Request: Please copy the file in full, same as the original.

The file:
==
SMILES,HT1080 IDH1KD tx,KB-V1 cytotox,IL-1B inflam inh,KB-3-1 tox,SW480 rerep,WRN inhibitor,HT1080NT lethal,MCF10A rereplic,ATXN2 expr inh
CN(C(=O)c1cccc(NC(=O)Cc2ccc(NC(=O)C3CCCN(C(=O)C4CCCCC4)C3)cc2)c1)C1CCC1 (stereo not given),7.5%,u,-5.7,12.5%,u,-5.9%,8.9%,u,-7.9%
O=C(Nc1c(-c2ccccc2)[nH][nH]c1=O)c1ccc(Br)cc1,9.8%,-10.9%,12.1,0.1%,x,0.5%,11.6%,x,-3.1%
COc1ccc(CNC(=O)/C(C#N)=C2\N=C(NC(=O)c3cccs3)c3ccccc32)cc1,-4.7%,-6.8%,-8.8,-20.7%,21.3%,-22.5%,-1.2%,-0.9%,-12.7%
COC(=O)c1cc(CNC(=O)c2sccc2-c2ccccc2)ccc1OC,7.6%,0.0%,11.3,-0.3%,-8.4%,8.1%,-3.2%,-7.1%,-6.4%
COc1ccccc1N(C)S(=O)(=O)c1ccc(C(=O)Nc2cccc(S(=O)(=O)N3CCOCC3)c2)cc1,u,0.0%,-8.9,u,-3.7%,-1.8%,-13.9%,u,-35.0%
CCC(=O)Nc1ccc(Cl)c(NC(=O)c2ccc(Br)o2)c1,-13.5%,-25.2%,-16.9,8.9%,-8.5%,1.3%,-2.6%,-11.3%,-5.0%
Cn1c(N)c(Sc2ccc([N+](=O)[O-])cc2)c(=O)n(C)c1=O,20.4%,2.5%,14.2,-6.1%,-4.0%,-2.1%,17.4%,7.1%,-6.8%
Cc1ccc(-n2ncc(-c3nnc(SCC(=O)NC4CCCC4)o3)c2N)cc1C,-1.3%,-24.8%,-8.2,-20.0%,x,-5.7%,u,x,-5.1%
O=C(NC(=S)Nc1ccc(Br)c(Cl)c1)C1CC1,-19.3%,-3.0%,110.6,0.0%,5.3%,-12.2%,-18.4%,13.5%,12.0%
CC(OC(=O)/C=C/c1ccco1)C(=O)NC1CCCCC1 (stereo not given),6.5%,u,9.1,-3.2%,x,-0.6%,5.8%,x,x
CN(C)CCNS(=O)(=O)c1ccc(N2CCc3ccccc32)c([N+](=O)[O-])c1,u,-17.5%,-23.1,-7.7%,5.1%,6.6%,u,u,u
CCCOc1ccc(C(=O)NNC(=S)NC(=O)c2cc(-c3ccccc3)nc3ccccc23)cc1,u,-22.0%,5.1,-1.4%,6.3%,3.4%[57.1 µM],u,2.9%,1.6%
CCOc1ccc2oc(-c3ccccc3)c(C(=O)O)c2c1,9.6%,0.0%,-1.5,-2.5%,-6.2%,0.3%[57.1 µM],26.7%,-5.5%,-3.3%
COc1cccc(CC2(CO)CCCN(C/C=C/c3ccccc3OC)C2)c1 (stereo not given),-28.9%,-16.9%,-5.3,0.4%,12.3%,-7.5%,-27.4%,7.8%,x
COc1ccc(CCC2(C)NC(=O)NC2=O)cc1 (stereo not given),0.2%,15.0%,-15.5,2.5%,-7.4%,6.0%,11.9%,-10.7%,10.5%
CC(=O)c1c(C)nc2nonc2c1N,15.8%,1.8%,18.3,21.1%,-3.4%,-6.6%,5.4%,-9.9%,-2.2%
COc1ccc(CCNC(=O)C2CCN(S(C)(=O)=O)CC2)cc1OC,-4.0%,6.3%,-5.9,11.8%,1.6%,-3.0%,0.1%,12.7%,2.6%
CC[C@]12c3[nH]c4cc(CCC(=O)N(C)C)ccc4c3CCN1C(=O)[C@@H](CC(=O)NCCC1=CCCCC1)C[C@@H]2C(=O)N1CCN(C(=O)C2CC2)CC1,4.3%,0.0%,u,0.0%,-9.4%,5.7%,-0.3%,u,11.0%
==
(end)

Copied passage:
SMILES,HT1080 IDH1KD tx,KB-V1 cytotox,IL-1B inflam inh,KB-3-1 tox,SW480 rerep,WRN inhibitor,HT1080NT lethal,MCF10A rereplic,ATXN2 expr inh
CN(C(=O)c1cccc(NC(=O)Cc2ccc(NC(=O)C3CCCN(C(=O)C4CCCCC4)C3)cc2)c1)C1CCC1 (stereo not given),7.5%,u,-5.7,12.5%,u,-5.9%,8.9%,u,-7.9%
O=C(Nc1c(-c2ccccc2)[nH][nH]c1=O)c1ccc(Br)cc1,9.8%,-10.9%,12.1,0.1%,x,0.5%,11.6%,x,-3.1%
COc1ccc(CNC(=O)/C(C#N)=C2\N=C(NC(=O)c3cccs3)c3ccccc32)cc1,-4.7%,-6.8%,-8.8,-20.7%,21.3%,-22.5%,-1.2%,-0.9%,-12.7%
COC(=O)c1cc(CNC(=O)c2sccc2-c2ccccc2)ccc1OC,7.6%,0.0%,11.3,-0.3%,-8.4%,8.1%,-3.2%,-7.1%,-6.4%
COc1ccccc1N(C)S(=O)(=O)c1ccc(C(=O)Nc2cccc(S(=O)(=O)N3CCOCC3)c2)cc1,u,0.0%,-8.9,u,-3.7%,-1.8%,-13.9%,u,-35.0%
CCC(=O)Nc1ccc(Cl)c(NC(=O)c2ccc(Br)o2)c1,-13.5%,-25.2%,-16.9,8.9%,-8.5%,1.3%,-2.6%,-11.3%,-5.0%
Cn1c(N)c(Sc2ccc([N+](=O)[O-])cc2)c(=O)n(C)c1=O,20.4%,2.5%,14.2,-6.1%,-4.0%,-2.1%,17.4%,7.1%,-6.8%
Cc1ccc(-n2ncc(-c3nnc(SCC(=O)NC4CCCC4)o3)c2N)cc1C,-1.3%,-24.8%,-8.2,-20.0%,x,-5.7%,u,x,-5.1%
O=C(NC(=S)Nc1ccc(Br)c(Cl)c1)C1CC1,-19.3%,-3.0%,110.6,0.0%,5.3%,-12.2%,-18.4%,13.5%,12.0%
CC(OC(=O)/C=C/c1ccco1)C(=O)NC1CCCCC1 (stereo not given),6.5%,u,9.1,-3.2%,x,-0.6%,5.8%,x,x
CN(C)CCNS(=O)(=O)c1ccc(N2CCc3ccccc32)c([N+](=O)[O-])c1,u,-17.5%,-23.1,-7.7%,5.1%,6.6%,u,u,u
CCCOc1ccc(C(=O)NNC(=S)NC(=O)c2cc(-c3ccccc3)nc3ccccc23)cc1,u,-22.0%,5.1,-1.4%,6.3%,3.4%[57.1 µM],u,2.9%,1.6%
CCOc1ccc2oc(-c3ccccc3)c(C(=O)O)c2c1,9.6%,0.0%,-1.5,-2.5%,-6.2%,0.3%[57.1 µM],26.7%,-5.5%,-3.3%
COc1cccc(CC2(CO)CCCN(C/C=C/c3ccccc3OC)C2)c1 (stereo not given),-28.9%,-16.9%,-5.3,0.4%,12.3%,-7.5%,-27.4%,7.8%,x
COc1ccc(CCC2(C)NC(=O)NC2=O)cc1 (stereo not given),0.2%,15.0%,-15.5,2.5%,-7.4%,6.0%,11.9%,-10.7%,10.5%
CC(=O)c1c(C)nc2nonc2c1N,15.8%,1.8%,18.3,21.1%,-3.4%,-6.6%,5.4%,-9.9%,-2.2%
COc1ccc(CCNC(=O)C2CCN(S(C)(=O)=O)CC2)cc1OC,-4.0%,6.3%,-5.9,11.8%,1.6%,-3.0%,0.1%,12.7%,2.6%
CC[C@]12c3[nH]c4cc(CCC(=O)N(C)C)ccc4c3CCN1C(=O)[C@@H](CC(=O)NCCC1=CCCCC1)C[C@@H]2C(=O)N1CCN(C(=O)C2CC2)CC1,4.3%,0.0%,u,0.0%,-9.4%,5.7%,-0.3%,u,11.0%